Access To Medicines

TAC consumer complaint against advertisement for quack treatment for HIV/AIDS upheld by Advertising Standards Authority

The Advertising Standards Authority of South Africa (ASASA) has upheld a complaint by the Treatment Action Campaign against an advertisement for fraudulent treatment for HIV which appeared in the Sowetan newspaper on 6 June 2008. You can download a copy of ASASA’s ruling here.

The advert in question, placed by Gogo’s Traditional Medicines (GTM), claimed inter alia that:

  • “finally we have managed to develop medicines for HIV that brings [sic] real improvement in your health.”
  • GTM’s Bantam Tonic, “reduces viral load in your body and increases your CD4 count in less than 30 days” and,
  • The company’s Pisces Tonic, “helps to fight other opportunistic sickness [sic].”

These products, marketed together as a package in five litre quantities, were advertised for sale “for only” R1500.

None of the claims made about the therapeutic efficacy of GMTs products are substantiated and there is no evidence that either Bantam or Pisces Tonics have ever been registered with the Medicines Control Council or that their safety, quality and efficacy have ever been established. They are most likely untested, unproven and potentially dangerous substances marketed by GTM for the sole purpose of exploiting people living with HIV for profit.

On 4 August 2008, TAC lodged a consumer complaint with ASASA against GTM on the grounds that the Sowetan advert from 6 June violated the ASASA’s Code of Advertising Practice which expressly prohibits dishonest, unsubstantiated, misleading and false advertising. Appendix F of the Code also prohibits the advertisement of products, treatments or advice for certain illnesses, including HIV, unless the recommendations made in the advertisement, “accord with a full product registration by the Medicines Control Council”.

You can download a copy of TAC’s complaint against Gogo’s Traditional Medicines , with a copy of the Sowetan advert attached, here.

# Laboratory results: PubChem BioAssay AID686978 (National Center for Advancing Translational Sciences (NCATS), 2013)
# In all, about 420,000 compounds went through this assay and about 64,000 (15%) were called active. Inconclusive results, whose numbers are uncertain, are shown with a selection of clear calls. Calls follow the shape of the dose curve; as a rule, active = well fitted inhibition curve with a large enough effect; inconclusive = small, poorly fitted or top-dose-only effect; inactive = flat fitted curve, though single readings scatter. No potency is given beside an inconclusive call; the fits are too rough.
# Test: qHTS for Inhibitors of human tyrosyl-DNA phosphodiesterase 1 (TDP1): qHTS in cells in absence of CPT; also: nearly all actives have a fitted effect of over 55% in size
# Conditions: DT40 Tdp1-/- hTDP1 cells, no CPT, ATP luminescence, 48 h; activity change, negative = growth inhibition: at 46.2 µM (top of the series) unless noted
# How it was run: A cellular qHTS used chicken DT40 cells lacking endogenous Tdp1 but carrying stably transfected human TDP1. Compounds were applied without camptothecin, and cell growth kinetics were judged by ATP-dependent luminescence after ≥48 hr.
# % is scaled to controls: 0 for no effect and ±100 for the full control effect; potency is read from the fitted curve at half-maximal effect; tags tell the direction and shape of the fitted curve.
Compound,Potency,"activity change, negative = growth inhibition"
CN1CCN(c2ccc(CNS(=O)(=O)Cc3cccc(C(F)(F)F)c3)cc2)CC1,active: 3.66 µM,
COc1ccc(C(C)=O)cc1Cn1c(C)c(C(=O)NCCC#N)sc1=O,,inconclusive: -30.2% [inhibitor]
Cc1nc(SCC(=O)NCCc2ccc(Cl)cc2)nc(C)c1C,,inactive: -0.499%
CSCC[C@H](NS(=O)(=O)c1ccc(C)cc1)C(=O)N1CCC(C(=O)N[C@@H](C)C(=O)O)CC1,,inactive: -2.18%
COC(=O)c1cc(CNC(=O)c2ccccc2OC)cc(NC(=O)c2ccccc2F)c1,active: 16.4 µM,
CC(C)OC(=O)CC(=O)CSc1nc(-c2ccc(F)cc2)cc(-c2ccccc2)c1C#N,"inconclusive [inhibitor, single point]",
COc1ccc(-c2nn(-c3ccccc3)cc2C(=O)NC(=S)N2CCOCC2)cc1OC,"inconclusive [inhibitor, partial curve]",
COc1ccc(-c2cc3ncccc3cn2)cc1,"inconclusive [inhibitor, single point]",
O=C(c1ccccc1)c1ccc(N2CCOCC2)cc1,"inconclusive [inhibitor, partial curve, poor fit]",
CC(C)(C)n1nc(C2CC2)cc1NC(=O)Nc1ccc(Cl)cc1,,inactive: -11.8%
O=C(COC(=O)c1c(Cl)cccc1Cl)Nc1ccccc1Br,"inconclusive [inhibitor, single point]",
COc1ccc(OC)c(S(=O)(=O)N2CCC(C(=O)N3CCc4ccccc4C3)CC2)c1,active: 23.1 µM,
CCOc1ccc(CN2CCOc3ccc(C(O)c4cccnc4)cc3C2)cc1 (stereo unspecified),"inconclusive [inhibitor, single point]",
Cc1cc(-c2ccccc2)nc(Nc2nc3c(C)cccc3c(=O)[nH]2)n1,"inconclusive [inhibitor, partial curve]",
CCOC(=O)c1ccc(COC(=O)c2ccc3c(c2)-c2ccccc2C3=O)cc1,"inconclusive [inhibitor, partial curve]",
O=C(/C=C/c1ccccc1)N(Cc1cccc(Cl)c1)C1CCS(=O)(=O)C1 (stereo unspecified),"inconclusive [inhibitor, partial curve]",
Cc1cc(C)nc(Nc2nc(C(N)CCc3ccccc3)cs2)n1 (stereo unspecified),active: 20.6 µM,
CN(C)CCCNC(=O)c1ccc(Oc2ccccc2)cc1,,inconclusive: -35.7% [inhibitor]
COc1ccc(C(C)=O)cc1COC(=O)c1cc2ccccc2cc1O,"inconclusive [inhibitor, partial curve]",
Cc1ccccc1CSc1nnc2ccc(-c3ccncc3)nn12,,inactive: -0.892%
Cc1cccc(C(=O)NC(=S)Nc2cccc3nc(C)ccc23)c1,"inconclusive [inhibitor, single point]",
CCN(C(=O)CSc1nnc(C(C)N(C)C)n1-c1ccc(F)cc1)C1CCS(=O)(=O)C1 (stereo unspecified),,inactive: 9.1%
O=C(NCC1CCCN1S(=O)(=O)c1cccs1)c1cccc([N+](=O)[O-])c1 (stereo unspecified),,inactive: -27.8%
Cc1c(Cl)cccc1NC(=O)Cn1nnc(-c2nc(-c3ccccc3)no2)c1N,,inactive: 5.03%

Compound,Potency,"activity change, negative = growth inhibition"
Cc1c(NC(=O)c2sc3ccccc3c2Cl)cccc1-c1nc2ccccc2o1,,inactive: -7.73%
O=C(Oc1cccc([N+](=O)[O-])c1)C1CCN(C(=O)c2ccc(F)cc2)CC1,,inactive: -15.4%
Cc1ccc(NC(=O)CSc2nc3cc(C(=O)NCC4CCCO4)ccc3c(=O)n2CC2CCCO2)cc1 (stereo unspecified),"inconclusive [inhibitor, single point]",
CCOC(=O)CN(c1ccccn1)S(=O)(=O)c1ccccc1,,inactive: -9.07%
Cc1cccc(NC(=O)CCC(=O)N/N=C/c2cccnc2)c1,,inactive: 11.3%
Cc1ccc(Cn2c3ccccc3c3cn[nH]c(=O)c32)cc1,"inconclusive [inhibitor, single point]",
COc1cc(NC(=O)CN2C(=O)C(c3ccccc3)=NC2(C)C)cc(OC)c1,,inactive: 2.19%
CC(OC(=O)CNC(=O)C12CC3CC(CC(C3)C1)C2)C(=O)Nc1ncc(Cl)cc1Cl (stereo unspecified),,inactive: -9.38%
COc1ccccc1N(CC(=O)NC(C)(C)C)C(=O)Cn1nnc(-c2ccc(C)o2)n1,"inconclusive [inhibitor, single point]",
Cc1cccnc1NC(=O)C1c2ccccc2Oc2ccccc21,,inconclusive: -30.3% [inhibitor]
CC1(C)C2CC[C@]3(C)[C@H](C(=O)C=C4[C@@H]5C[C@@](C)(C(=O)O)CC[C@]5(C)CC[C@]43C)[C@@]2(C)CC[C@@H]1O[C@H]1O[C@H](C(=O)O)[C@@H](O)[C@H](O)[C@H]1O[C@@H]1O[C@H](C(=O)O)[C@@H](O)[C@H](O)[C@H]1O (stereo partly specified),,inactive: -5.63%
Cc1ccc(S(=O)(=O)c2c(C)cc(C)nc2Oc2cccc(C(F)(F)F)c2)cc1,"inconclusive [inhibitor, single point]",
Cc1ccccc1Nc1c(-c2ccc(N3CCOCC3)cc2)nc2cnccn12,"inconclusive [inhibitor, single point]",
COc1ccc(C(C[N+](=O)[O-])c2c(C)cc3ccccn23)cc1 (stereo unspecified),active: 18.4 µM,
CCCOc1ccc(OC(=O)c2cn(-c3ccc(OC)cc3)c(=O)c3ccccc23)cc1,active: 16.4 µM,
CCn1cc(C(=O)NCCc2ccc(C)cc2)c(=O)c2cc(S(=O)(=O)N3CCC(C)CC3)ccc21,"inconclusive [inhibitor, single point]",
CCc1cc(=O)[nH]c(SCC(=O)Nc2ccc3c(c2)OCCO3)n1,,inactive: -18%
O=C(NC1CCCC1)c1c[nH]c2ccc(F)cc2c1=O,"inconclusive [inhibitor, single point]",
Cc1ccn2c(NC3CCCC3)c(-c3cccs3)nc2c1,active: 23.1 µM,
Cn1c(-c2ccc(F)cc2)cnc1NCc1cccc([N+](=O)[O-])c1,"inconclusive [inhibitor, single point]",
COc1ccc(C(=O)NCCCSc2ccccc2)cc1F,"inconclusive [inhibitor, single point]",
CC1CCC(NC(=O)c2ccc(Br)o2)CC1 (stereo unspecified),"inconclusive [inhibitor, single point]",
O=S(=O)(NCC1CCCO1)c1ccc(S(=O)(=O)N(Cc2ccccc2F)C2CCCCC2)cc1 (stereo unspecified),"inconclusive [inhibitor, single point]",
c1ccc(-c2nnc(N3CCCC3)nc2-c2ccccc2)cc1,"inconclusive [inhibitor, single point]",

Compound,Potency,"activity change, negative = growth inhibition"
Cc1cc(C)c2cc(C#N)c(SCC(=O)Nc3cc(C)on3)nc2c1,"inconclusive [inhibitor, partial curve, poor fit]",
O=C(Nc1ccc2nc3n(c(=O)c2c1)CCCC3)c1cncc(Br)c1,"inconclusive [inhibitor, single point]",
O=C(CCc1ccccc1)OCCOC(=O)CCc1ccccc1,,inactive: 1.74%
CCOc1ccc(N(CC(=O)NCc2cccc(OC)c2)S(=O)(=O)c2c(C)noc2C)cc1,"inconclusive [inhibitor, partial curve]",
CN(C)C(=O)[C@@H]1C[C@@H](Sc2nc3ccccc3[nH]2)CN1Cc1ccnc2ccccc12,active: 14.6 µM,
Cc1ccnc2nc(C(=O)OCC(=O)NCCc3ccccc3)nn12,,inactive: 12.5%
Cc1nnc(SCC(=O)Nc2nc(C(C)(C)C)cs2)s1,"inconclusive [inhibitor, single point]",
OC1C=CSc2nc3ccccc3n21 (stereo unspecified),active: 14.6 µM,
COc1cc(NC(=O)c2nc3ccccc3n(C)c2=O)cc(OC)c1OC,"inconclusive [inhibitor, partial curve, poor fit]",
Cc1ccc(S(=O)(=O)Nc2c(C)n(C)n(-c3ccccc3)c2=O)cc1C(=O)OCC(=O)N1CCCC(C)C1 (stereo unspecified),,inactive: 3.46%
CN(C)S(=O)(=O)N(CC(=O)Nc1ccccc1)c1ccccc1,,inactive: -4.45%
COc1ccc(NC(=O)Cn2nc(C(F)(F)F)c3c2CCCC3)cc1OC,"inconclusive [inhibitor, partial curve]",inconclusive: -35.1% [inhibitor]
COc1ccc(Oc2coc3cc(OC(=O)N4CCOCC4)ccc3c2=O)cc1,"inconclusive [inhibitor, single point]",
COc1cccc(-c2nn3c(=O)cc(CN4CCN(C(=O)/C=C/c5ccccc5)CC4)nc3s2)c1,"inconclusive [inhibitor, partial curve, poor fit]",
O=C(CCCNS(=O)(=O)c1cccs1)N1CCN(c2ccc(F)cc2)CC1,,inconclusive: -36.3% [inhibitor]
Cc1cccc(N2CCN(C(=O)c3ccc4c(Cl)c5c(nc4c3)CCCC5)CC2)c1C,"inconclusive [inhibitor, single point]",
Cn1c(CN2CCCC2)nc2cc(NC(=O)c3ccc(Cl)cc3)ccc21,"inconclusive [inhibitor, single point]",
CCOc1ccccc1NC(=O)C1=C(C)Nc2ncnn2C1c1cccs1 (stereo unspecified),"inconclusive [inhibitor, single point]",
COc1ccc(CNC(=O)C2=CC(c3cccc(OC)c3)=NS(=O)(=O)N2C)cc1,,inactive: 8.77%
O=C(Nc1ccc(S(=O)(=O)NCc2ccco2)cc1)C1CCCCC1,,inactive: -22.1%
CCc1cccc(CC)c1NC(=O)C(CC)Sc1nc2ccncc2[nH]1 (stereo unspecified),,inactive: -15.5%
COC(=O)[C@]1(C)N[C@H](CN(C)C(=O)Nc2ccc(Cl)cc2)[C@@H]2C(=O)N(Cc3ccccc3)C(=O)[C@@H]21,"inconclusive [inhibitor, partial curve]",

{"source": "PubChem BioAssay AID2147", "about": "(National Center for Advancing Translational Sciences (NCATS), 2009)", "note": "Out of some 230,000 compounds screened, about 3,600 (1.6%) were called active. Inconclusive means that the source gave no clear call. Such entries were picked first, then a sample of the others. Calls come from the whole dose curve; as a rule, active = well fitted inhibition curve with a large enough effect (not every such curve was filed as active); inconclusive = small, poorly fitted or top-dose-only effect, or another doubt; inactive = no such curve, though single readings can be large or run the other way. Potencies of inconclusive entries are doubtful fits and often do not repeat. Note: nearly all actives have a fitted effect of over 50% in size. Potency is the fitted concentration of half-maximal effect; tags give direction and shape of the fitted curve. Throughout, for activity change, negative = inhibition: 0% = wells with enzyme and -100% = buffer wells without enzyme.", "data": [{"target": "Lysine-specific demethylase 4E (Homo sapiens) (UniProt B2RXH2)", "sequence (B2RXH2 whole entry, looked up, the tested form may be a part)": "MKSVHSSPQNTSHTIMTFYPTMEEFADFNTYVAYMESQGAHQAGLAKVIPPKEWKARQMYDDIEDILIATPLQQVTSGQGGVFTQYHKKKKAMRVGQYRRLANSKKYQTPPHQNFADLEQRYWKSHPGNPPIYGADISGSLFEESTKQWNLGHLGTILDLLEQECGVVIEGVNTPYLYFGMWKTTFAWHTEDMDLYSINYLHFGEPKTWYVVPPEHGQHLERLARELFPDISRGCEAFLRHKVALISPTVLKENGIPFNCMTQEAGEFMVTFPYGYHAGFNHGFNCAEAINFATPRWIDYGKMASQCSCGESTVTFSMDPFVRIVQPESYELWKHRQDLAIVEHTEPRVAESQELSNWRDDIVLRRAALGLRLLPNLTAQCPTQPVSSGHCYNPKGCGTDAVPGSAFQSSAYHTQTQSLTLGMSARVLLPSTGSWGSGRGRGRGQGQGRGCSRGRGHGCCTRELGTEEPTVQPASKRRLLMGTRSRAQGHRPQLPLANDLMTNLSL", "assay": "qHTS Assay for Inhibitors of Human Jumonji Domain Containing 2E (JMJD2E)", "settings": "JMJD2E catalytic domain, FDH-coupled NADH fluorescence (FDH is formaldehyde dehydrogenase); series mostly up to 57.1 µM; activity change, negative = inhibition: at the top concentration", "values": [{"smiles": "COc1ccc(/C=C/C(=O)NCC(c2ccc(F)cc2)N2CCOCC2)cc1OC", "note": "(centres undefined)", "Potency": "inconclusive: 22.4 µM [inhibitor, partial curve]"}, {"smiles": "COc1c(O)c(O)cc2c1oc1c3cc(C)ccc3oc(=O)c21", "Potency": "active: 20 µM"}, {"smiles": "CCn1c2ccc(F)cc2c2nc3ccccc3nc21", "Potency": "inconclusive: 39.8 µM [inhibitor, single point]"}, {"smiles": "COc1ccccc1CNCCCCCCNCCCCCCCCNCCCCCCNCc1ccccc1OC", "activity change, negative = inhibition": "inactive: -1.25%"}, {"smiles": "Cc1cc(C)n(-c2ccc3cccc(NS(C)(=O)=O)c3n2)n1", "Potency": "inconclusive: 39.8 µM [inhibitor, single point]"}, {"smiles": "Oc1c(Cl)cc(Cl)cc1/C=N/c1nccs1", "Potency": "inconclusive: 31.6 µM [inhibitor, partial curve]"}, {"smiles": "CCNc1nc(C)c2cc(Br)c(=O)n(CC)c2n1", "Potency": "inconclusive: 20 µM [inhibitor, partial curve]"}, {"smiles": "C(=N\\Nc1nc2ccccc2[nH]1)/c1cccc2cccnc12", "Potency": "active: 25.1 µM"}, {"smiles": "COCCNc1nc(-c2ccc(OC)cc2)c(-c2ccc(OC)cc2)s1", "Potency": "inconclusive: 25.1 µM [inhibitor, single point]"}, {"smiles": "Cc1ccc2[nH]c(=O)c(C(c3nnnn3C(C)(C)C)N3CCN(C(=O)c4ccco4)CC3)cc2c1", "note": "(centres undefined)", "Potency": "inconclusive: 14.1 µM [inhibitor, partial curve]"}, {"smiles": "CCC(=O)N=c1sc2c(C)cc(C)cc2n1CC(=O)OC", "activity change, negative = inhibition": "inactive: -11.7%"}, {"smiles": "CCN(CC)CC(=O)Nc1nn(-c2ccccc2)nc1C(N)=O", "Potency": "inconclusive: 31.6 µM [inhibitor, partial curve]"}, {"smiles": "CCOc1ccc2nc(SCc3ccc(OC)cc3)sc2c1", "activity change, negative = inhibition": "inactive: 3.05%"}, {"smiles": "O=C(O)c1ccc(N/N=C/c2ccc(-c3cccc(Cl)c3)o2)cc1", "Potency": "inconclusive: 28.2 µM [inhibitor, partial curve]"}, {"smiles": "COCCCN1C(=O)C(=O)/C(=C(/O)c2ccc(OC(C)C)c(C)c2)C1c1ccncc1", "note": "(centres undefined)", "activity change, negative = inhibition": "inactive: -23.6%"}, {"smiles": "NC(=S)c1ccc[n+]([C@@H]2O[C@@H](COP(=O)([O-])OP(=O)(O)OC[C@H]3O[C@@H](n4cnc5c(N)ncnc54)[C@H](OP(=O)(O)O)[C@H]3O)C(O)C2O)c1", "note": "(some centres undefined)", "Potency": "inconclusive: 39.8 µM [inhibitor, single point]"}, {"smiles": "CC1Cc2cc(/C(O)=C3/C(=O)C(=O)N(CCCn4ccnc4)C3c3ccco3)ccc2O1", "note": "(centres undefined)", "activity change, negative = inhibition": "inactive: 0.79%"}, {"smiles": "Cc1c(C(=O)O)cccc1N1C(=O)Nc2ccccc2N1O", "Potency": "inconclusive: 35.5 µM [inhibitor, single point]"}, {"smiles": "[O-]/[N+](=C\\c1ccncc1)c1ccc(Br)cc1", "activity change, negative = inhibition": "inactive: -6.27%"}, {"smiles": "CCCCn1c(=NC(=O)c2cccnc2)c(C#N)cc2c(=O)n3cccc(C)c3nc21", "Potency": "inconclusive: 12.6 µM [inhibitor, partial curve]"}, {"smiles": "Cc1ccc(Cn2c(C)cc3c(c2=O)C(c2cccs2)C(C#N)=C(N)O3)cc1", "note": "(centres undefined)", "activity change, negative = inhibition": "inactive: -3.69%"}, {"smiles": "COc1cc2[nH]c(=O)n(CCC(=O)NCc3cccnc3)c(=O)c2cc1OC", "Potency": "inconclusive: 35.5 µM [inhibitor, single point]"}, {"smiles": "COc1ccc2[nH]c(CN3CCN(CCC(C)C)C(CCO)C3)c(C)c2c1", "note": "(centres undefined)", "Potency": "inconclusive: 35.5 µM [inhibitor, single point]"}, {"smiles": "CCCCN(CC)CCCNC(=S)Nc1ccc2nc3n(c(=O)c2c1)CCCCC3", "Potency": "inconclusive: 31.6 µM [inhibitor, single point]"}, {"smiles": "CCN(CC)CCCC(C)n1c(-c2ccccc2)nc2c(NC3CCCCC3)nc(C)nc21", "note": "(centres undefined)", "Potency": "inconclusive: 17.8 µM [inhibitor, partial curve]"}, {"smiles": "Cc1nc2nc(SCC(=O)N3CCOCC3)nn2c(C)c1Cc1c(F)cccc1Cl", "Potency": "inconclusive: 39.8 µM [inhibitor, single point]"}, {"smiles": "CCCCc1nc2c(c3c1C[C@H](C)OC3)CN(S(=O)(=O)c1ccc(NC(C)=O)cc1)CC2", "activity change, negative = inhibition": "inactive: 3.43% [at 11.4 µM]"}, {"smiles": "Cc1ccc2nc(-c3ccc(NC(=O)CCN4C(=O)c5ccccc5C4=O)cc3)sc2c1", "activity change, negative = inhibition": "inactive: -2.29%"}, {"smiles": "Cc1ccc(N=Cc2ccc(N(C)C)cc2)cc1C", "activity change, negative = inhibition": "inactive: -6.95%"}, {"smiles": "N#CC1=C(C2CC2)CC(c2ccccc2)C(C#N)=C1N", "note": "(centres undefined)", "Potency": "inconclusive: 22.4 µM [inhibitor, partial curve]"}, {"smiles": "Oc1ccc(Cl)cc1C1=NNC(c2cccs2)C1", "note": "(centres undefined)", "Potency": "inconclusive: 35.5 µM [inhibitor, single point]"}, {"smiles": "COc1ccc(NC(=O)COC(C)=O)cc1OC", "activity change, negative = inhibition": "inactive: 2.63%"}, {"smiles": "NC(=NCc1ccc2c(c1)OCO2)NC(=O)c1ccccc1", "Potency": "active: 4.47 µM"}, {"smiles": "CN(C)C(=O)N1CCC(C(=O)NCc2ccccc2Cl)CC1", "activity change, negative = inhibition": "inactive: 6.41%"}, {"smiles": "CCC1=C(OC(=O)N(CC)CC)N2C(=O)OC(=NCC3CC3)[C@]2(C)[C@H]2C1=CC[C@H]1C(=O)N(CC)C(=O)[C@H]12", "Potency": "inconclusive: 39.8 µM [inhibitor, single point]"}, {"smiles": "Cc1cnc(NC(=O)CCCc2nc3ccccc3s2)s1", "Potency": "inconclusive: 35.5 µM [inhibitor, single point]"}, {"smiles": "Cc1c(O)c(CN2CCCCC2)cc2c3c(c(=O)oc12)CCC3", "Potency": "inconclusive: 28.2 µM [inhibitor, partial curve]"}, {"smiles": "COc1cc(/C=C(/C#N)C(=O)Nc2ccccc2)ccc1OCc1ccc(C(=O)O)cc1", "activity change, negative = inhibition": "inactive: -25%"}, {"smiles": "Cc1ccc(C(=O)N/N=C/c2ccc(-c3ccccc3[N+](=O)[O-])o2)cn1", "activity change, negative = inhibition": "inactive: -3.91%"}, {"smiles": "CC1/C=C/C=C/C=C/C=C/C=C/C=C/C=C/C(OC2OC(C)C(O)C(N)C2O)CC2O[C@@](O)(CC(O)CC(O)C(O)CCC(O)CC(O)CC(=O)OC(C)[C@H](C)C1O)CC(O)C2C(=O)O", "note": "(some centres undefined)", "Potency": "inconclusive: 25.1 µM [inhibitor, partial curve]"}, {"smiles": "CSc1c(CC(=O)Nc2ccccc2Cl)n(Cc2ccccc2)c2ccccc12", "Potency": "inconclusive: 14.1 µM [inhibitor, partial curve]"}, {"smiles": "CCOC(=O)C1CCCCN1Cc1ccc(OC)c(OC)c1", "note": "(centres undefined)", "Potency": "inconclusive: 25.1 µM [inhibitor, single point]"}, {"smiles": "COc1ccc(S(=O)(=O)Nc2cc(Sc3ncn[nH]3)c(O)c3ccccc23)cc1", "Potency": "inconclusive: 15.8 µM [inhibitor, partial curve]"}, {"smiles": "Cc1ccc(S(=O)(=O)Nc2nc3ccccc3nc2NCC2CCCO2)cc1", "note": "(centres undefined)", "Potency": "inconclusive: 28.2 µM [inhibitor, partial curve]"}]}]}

Last week ASASA’s Directorate upheld TAC’s complaint. In its ruling, the Directorate ordered that:

  • The advertisement must be withdrawn;
  • The process to withdraw the advertisement must be actioned with immediate effect on receipt of the ruling;
  • The withdrawal of the advertisement must be completed within the deadlines stipulated by Clause 15.3 of the Procedural Guide;
  • The advertisement may not be used again in their [sic] current format until registered.

ASASA’s ruling, as well as Health Minister Barbara Hogan’s recent speech to leading members of the HIV scientific community in which she commended the Cape High Court judgment against notorious AIDS denialist Matthias Rath and his quack cures for HIV/AIDS, should send a strong message to the many fakes and charlatans who continue to promote fraudulent treatments and cures for HIV/AIDS – that their illegal and unethical marketing activities will not be tolerated.

We salute ASASA for its speedy and effective action and would furthermore like to extend our thanks to the concerned member of the public who brought the advertisement to our attention.

For comment or to report false or misleading advertisements for fraudulent medicines, cures or treatments aimed at exploiting people living with HIV/AIDS please contact Andrew Warlick on 021-422-1700 or at